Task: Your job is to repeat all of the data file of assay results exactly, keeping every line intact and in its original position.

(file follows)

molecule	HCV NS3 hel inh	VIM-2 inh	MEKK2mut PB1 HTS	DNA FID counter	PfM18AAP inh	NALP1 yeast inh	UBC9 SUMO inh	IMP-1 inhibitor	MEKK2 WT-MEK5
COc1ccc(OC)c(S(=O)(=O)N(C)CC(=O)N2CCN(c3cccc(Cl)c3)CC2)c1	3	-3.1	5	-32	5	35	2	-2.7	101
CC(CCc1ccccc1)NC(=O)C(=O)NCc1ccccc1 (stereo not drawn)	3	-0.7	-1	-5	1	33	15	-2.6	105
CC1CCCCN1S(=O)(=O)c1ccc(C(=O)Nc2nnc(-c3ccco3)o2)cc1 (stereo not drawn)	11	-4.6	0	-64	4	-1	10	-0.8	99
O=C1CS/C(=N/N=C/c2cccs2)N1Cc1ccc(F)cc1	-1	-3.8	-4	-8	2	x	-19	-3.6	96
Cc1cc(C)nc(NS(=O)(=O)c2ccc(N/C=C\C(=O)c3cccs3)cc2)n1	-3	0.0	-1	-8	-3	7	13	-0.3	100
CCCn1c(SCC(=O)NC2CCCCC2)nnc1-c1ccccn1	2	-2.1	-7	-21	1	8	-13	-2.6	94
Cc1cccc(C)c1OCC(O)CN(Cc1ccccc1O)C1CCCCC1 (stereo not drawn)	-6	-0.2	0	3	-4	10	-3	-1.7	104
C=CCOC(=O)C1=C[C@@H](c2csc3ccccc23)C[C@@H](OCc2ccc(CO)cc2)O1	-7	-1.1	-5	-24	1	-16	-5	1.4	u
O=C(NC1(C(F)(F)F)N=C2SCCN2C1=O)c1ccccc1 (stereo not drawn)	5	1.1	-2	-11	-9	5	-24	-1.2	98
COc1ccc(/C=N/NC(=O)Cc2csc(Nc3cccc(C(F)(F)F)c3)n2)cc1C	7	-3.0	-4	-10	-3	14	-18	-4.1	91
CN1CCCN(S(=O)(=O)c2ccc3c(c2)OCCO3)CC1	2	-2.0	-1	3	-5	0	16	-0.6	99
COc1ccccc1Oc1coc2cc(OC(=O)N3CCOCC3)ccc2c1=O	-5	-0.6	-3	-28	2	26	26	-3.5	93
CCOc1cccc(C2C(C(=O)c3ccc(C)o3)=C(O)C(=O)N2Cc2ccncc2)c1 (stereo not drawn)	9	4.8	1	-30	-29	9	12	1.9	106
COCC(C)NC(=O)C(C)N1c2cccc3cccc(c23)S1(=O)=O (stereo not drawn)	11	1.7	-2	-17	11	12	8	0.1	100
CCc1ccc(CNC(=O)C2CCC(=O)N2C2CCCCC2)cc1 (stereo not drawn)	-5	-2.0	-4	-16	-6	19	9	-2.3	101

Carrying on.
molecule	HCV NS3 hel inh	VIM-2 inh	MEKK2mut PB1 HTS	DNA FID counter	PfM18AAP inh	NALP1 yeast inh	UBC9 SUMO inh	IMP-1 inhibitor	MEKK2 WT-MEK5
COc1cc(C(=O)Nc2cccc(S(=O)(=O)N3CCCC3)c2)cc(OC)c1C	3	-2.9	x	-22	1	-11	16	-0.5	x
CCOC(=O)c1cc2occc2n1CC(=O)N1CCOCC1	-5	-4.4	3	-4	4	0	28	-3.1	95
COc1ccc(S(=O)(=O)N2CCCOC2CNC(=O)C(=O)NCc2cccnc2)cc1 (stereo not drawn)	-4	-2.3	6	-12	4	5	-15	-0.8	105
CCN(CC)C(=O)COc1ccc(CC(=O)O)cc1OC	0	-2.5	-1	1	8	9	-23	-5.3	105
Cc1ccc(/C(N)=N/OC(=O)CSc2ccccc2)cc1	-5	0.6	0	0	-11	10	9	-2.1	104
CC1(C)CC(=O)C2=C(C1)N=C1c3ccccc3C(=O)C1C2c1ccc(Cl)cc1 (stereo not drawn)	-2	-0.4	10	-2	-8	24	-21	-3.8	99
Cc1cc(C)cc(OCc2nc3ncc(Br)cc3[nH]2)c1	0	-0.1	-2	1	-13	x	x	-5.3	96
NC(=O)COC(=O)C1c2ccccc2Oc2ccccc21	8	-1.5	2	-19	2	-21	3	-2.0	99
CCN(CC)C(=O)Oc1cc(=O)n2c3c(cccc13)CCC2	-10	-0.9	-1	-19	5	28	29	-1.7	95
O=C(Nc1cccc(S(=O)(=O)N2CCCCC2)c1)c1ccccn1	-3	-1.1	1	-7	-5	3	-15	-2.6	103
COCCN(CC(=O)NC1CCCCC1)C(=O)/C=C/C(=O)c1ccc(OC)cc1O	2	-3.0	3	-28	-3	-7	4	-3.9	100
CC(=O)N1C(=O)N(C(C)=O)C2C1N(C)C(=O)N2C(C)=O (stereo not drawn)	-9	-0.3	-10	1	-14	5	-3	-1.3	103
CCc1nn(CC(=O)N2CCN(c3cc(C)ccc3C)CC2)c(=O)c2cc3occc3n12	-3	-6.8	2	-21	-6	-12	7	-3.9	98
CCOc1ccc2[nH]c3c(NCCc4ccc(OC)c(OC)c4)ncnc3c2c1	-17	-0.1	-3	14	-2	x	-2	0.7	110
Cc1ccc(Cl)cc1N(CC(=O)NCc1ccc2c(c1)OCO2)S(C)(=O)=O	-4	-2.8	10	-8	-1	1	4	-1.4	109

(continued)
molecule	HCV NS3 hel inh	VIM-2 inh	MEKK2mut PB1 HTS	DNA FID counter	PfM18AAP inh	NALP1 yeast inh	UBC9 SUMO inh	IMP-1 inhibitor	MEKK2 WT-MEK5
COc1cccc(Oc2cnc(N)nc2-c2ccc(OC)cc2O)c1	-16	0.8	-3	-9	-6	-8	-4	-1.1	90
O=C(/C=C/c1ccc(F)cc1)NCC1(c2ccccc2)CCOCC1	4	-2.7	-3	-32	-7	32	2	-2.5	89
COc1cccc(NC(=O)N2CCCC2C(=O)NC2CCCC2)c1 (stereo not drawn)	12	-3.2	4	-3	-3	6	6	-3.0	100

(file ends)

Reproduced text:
molecule	HCV NS3 hel inh	VIM-2 inh	MEKK2mut PB1 HTS	DNA FID counter	PfM18AAP inh	NALP1 yeast inh	UBC9 SUMO inh	IMP-1 inhibitor	MEKK2 WT-MEK5
COc1ccc(OC)c(S(=O)(=O)N(C)CC(=O)N2CCN(c3cccc(Cl)c3)CC2)c1	3	-3.1	5	-32	5	35	2	-2.7	101
CC(CCc1ccccc1)NC(=O)C(=O)NCc1ccccc1 (stereo not drawn)	3	-0.7	-1	-5	1	33	15	-2.6	105
CC1CCCCN1S(=O)(=O)c1ccc(C(=O)Nc2nnc(-c3ccco3)o2)cc1 (stereo not drawn)	11	-4.6	0	-64	4	-1	10	-0.8	99
O=C1CS/C(=N/N=C/c2cccs2)N1Cc1ccc(F)cc1	-1	-3.8	-4	-8	2	x	-19	-3.6	96
Cc1cc(C)nc(NS(=O)(=O)c2ccc(N/C=C\C(=O)c3cccs3)cc2)n1	-3	0.0	-1	-8	-3	7	13	-0.3	100
CCCn1c(SCC(=O)NC2CCCCC2)nnc1-c1ccccn1	2	-2.1	-7	-21	1	8	-13	-2.6	94
Cc1cccc(C)c1OCC(O)CN(Cc1ccccc1O)C1CCCCC1 (stereo not drawn)	-6	-0.2	0	3	-4	10	-3	-1.7	104
C=CCOC(=O)C1=C[C@@H](c2csc3ccccc23)C[C@@H](OCc2ccc(CO)cc2)O1	-7	-1.1	-5	-24	1	-16	-5	1.4	u
O=C(NC1(C(F)(F)F)N=C2SCCN2C1=O)c1ccccc1 (stereo not drawn)	5	1.1	-2	-11	-9	5	-24	-1.2	98
COc1ccc(/C=N/NC(=O)Cc2csc(Nc3cccc(C(F)(F)F)c3)n2)cc1C	7	-3.0	-4	-10	-3	14	-18	-4.1	91
CN1CCCN(S(=O)(=O)c2ccc3c(c2)OCCO3)CC1	2	-2.0	-1	3	-5	0	16	-0.6	99
COc1ccccc1Oc1coc2cc(OC(=O)N3CCOCC3)ccc2c1=O	-5	-0.6	-3	-28	2	26	26	-3.5	93
CCOc1cccc(C2C(C(=O)c3ccc(C)o3)=C(O)C(=O)N2Cc2ccncc2)c1 (stereo not drawn)	9	4.8	1	-30	-29	9	12	1.9	106
COCC(C)NC(=O)C(C)N1c2cccc3cccc(c23)S1(=O)=O (stereo not drawn)	11	1.7	-2	-17	11	12	8	0.1	100
CCc1ccc(CNC(=O)C2CCC(=O)N2C2CCCCC2)cc1 (stereo not drawn)	-5	-2.0	-4	-16	-6	19	9	-2.3	101

Carrying on.
molecule	HCV NS3 hel inh	VIM-2 inh	MEKK2mut PB1 HTS	DNA FID counter	PfM18AAP inh	NALP1 yeast inh	UBC9 SUMO inh	IMP-1 inhibitor	MEKK2 WT-MEK5
COc1cc(C(=O)Nc2cccc(S(=O)(=O)N3CCCC3)c2)cc(OC)c1C	3	-2.9	x	-22	1	-11	16	-0.5	x
CCOC(=O)c1cc2occc2n1CC(=O)N1CCOCC1	-5	-4.4	3	-4	4	0	28	-3.1	95
COc1ccc(S(=O)(=O)N2CCCOC2CNC(=O)C(=O)NCc2cccnc2)cc1 (stereo not drawn)	-4	-2.3	6	-12	4	5	-15	-0.8	105
CCN(CC)C(=O)COc1ccc(CC(=O)O)cc1OC	0	-2.5	-1	1	8	9	-23	-5.3	105
Cc1ccc(/C(N)=N/OC(=O)CSc2ccccc2)cc1	-5	0.6	0	0	-11	10	9	-2.1	104
CC1(C)CC(=O)C2=C(C1)N=C1c3ccccc3C(=O)C1C2c1ccc(Cl)cc1 (stereo not drawn)	-2	-0.4	10	-2	-8	24	-21	-3.8	99
Cc1cc(C)cc(OCc2nc3ncc(Br)cc3[nH]2)c1	0	-0.1	-2	1	-13	x	x	-5.3	96
NC(=O)COC(=O)C1c2ccccc2Oc2ccccc21	8	-1.5	2	-19	2	-21	3	-2.0	99
CCN(CC)C(=O)Oc1cc(=O)n2c3c(cccc13)CCC2	-10	-0.9	-1	-19	5	28	29	-1.7	95
O=C(Nc1cccc(S(=O)(=O)N2CCCCC2)c1)c1ccccn1	-3	-1.1	1	-7	-5	3	-15	-2.6	103
COCCN(CC(=O)NC1CCCCC1)C(=O)/C=C/C(=O)c1ccc(OC)cc1O	2	-3.0	3	-28	-3	-7	4	-3.9	100
CC(=O)N1C(=O)N(C(C)=O)C2C1N(C)C(=O)N2C(C)=O (stereo not drawn)	-9	-0.3	-10	1	-14	5	-3	-1.3	103
CCc1nn(CC(=O)N2CCN(c3cc(C)ccc3C)CC2)c(=O)c2cc3occc3n12	-3	-6.8	2	-21	-6	-12	7	-3.9	98
CCOc1ccc2[nH]c3c(NCCc4ccc(OC)c(OC)c4)ncnc3c2c1	-17	-0.1	-3	14	-2	x	-2	0.7	110
Cc1ccc(Cl)cc1N(CC(=O)NCc1ccc2c(c1)OCO2)S(C)(=O)=O	-4	-2.8	10	-8	-1	1	4	-1.4	109

(continued)
molecule	HCV NS3 hel inh	VIM-2 inh	MEKK2mut PB1 HTS	DNA FID counter	PfM18AAP inh	NALP1 yeast inh	UBC9 SUMO inh	IMP-1 inhibitor	MEKK2 WT-MEK5
COc1cccc(Oc2cnc(N)nc2-c2ccc(OC)cc2O)c1	-16	0.8	-3	-9	-6	-8	-4	-1.1	90
O=C(/C=C/c1ccc(F)cc1)NCC1(c2ccccc2)CCOCC1	4	-2.7	-3	-32	-7	32	2	-2.5	89
COc1cccc(NC(=O)N2CCCC2C(=O)NC2CCCC2)c1 (stereo not drawn)	12	-3.2	4	-3	-3	6	6	-3.0	100